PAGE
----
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by CRAFTR team
As legend has it, the Manhattan was created in the Manhattan Club, NYC in 1874 for Lady Randolph Churchill, Winston Churchill’s mother, at a dinner for Presidential candidate, Samuel Tilden. The success of the banquet and the attendance of New York socialites meant that the Manhattan spread like wildfire throughout NYC with many people asking for the “Manhattan’s cocktail” after the club where it was founded.
As with many of these cocktail origin stories, they need to be taken with a pinch of salt. Lady Randolph wasn’t in New York in 1874, instead living in France pregnant with an unborn Winston Churchill. Instead, many believe that it was created by a bar on Broadway near Houston St. in NYC.
Whisky, vermouth, bitters
One of the oldest cocktails, the Manhattan is the classic American aperitif, with the perfect balance of whisky to vermouth to bitters. Similar to the Old Fashioned, the type of whisky used is crucial to taste and ultimately comes down to individual preference. Originally made with rye whisky, many prefer bourbon which brings an additional sweetness to the drink on top of the sweet vermouth, vs. rye, which today many find too harsh. Others prefer blended Canadian whisky, which was preferred during Prohibition due to its availability, which brings a subtler smoothness vs. the intensity of a bourbon or rye.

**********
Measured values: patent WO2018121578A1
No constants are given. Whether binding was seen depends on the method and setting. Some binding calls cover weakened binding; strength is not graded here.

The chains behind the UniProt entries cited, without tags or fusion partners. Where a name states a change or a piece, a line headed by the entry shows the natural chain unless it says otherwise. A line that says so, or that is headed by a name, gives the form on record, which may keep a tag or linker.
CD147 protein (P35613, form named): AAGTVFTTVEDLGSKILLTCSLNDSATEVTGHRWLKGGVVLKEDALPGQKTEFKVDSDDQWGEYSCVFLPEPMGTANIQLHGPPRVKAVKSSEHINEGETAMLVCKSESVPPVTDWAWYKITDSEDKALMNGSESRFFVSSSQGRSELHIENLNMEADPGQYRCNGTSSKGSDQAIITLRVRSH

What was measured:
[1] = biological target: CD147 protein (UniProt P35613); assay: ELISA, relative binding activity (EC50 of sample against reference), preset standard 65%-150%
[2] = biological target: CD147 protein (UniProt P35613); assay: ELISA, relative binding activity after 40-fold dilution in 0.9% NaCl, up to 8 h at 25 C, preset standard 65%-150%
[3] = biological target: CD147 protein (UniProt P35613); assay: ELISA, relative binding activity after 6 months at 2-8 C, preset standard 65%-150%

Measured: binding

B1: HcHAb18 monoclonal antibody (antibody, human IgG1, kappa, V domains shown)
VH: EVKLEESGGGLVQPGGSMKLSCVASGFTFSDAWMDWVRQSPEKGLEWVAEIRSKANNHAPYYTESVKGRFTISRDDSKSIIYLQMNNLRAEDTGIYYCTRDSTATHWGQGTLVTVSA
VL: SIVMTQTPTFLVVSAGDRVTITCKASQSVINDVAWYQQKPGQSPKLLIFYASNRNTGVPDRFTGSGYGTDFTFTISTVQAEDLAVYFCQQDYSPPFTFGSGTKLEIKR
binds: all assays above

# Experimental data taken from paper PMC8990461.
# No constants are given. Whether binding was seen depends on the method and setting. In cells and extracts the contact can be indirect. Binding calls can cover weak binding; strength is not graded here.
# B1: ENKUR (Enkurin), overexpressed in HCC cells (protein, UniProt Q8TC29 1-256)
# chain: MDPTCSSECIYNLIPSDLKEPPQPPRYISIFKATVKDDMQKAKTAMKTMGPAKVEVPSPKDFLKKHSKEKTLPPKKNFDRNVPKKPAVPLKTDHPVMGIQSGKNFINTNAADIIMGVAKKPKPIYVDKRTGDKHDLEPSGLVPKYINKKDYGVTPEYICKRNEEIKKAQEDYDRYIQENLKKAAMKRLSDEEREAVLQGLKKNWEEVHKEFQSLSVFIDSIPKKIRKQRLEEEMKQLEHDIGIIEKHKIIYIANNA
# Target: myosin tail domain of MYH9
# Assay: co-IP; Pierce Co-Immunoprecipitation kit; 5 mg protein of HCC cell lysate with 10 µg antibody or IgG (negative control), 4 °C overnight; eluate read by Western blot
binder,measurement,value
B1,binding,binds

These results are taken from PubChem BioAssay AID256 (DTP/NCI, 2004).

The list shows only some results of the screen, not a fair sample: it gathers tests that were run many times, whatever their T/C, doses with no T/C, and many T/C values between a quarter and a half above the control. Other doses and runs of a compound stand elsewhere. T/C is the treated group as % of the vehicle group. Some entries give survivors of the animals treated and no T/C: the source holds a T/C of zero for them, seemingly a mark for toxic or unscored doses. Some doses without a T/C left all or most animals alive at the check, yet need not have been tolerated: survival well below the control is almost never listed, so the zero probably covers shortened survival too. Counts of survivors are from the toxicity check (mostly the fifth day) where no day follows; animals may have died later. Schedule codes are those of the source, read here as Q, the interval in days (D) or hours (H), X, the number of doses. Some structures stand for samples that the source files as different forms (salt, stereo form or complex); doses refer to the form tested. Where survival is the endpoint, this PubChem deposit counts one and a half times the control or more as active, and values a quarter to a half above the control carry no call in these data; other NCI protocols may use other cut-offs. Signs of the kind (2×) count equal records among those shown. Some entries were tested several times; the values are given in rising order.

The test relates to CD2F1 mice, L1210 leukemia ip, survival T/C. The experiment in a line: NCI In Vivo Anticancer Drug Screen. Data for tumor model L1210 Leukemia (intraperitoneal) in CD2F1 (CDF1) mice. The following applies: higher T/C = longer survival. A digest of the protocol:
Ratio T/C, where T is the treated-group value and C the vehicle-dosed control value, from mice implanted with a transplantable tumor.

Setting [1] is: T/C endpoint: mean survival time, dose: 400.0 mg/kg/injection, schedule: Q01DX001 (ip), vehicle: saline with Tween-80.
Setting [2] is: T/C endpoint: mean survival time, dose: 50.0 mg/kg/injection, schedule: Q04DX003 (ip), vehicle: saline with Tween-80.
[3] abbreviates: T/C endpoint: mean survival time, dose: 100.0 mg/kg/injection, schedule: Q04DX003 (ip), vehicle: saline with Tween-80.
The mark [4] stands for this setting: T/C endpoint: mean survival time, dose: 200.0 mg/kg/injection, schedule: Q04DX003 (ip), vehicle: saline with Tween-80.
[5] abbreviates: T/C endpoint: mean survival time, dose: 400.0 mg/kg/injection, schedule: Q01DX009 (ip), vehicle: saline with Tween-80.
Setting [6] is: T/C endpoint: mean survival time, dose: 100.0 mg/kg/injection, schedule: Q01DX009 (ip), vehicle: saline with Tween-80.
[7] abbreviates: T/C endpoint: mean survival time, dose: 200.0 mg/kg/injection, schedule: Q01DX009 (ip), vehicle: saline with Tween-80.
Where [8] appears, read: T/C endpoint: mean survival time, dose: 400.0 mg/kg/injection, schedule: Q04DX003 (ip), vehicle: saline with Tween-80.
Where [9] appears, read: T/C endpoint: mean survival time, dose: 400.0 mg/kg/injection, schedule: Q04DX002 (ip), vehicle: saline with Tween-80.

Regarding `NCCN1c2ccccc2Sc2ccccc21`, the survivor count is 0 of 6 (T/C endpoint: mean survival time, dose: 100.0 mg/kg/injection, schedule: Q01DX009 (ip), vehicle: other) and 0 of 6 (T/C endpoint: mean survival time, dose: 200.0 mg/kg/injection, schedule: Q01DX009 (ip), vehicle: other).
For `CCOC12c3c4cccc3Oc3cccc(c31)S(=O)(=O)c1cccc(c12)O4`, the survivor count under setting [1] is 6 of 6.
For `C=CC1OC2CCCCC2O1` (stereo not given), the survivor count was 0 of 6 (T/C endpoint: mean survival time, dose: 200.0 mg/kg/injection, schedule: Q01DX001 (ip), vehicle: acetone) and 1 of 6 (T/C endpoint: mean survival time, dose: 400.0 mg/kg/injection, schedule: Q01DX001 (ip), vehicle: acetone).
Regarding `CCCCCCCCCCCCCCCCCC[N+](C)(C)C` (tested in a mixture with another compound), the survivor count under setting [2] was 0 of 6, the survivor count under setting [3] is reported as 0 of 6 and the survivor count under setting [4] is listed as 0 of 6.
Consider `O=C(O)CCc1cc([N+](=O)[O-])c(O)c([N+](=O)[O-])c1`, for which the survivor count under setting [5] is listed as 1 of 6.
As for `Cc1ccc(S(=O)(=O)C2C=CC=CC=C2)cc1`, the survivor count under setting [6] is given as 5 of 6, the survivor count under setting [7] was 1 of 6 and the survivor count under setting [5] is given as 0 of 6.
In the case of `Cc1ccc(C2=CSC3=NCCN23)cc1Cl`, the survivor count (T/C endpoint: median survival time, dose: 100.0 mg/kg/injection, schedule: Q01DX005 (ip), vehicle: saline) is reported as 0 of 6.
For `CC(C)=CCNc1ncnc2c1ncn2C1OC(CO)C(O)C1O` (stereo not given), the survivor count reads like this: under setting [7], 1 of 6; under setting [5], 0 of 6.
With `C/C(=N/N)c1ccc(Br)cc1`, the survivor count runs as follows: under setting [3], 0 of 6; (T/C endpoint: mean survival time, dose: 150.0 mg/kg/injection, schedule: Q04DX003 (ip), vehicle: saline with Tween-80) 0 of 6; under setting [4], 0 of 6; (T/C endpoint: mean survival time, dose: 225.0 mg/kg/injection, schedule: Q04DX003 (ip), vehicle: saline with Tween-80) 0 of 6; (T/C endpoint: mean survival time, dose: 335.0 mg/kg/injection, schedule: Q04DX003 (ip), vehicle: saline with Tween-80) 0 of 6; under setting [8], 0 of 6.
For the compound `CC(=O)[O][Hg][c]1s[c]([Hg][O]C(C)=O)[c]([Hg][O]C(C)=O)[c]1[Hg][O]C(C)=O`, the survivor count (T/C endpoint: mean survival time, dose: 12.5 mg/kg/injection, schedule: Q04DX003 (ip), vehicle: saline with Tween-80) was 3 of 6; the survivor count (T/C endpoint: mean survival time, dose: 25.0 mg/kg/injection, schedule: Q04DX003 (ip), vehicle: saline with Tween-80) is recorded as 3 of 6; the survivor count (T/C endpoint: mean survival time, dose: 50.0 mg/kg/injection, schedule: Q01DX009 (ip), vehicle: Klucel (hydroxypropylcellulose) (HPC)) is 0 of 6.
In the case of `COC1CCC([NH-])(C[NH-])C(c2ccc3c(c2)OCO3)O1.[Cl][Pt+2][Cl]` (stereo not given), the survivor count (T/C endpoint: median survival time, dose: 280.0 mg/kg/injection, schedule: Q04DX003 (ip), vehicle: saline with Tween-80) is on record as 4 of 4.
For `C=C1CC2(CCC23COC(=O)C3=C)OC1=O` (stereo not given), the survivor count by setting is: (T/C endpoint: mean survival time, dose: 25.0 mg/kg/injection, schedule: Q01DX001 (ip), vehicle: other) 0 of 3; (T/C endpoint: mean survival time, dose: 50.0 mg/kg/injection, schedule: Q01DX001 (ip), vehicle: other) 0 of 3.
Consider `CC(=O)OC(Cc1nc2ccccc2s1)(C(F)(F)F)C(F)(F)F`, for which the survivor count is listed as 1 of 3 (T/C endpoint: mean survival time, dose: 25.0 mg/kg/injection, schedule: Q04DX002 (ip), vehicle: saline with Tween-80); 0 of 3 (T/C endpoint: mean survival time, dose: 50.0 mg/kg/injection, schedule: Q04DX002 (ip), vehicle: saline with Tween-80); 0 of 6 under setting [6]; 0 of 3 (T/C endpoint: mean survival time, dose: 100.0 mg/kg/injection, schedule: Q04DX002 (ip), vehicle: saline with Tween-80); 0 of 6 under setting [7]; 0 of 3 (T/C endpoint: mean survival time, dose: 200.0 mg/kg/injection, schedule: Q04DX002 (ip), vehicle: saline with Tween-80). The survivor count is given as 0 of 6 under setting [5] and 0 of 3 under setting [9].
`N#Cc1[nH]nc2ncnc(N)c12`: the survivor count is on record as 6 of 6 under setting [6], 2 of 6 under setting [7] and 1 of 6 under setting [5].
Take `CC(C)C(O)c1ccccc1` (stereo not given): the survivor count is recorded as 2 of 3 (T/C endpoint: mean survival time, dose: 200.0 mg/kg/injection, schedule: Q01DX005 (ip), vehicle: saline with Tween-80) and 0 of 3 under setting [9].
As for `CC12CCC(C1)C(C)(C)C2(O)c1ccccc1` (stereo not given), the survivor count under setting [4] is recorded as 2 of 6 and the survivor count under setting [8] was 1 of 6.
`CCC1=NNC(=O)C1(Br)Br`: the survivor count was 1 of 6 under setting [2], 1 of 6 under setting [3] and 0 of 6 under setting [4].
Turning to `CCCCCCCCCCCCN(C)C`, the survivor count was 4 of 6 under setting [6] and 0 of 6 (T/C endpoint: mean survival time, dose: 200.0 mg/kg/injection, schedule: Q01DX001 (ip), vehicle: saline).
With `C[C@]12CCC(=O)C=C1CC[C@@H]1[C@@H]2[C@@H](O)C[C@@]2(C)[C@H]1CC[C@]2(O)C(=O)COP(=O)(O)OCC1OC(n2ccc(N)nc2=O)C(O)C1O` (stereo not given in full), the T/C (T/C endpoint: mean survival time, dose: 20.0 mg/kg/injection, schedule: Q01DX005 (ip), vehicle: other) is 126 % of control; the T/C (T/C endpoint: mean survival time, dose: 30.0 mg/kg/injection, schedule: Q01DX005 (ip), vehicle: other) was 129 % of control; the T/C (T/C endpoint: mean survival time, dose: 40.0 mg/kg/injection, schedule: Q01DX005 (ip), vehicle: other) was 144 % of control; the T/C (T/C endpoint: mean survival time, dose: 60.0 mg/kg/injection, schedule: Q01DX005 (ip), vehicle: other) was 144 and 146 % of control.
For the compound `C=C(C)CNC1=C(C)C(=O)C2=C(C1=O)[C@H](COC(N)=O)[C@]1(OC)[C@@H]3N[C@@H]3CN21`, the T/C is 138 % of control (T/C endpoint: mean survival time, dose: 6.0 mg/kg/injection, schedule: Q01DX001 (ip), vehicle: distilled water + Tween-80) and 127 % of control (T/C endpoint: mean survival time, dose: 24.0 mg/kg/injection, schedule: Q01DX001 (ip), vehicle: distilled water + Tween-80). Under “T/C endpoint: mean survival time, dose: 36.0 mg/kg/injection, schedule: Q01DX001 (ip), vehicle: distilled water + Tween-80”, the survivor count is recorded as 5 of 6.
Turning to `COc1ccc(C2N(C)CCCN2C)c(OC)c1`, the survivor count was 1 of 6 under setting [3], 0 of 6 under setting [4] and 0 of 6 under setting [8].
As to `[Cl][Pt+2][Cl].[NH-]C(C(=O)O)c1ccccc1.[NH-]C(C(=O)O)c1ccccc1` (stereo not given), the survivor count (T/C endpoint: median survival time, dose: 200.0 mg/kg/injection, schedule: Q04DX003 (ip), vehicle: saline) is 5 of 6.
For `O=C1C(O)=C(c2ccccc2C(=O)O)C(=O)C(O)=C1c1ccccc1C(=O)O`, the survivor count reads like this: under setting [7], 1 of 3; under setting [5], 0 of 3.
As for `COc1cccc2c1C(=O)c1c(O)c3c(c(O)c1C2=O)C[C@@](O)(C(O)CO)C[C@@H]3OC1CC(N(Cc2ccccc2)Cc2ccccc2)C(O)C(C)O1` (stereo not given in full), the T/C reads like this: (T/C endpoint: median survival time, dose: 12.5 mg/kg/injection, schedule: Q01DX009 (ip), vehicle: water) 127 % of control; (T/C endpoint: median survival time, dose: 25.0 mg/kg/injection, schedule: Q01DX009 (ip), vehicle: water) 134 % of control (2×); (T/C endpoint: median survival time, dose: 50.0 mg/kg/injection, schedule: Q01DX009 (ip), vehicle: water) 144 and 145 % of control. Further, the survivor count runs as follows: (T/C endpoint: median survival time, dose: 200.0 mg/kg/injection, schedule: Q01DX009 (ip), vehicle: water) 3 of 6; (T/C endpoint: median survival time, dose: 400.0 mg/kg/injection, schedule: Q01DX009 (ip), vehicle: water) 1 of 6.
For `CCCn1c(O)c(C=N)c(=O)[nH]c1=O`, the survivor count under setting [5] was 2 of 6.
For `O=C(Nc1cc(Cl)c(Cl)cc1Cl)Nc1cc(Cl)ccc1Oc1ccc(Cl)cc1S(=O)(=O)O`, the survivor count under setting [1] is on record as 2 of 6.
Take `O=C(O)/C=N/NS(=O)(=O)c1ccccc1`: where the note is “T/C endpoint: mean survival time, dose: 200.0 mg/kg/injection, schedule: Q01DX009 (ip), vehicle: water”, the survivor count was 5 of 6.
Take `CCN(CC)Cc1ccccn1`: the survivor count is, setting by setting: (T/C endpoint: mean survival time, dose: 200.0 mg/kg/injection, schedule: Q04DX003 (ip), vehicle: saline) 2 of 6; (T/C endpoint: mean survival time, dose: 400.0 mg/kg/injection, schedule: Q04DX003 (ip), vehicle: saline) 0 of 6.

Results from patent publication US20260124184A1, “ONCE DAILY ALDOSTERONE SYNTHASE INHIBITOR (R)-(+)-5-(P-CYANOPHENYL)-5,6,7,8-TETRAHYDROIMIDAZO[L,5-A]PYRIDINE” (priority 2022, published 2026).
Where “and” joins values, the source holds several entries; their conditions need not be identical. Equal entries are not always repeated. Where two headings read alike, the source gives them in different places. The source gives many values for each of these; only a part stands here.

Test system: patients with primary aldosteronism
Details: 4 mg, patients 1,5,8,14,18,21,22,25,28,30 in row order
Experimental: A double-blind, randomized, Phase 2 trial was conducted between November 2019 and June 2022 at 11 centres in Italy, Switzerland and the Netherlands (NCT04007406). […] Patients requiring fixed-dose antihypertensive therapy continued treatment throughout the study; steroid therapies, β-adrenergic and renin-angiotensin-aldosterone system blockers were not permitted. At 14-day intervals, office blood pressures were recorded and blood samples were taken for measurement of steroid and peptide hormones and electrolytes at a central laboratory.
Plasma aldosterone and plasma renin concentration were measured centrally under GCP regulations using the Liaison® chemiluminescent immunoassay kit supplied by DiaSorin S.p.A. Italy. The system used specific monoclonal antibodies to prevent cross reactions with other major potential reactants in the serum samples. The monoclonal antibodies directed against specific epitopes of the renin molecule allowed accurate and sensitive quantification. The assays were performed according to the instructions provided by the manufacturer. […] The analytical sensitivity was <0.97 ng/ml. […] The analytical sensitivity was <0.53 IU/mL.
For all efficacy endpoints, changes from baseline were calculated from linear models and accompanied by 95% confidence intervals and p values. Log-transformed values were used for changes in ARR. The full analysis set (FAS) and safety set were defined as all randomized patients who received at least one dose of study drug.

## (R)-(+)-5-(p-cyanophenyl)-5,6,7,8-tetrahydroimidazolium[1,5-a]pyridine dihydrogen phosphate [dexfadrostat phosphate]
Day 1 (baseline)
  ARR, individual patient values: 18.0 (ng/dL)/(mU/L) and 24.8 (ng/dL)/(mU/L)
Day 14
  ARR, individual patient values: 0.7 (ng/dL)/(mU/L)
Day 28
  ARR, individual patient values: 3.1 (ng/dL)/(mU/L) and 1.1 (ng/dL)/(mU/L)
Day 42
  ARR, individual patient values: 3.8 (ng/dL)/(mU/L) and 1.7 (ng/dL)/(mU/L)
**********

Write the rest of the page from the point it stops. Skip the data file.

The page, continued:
Many also mix up the vermouth. Whilst the original Manhattan used sweet vermouth, there’s the option to swap it for a dry vermouth, or why not use both to create what’s often referred to as a ‘Perfect Manhattan’. The classic Manhattan has 50ml whisky, 25ml sweet vermouth, 2-3 dashes Angostura bitters and is stirred over ice (we prefer for 2-3 minutes). Traditionally, a Manhattan is served straight-up in a cocktail glass but could be served over ice in an old-fashioned glass to dilute and chill it further, and can be garnished with either a cherry or lemon twist. Check out some of our favourites on the left from @cocktaildetour and @libertytavern
The Manhattan can be switched up in any number of different ways to fit your preferences, swapping a rye for a bourbon, Angostura bitters for Peychaud’s, or adding new ingredients such as green Chartreuse or other liqueurs.
One of the oldest cocktails and the classic American apéritif
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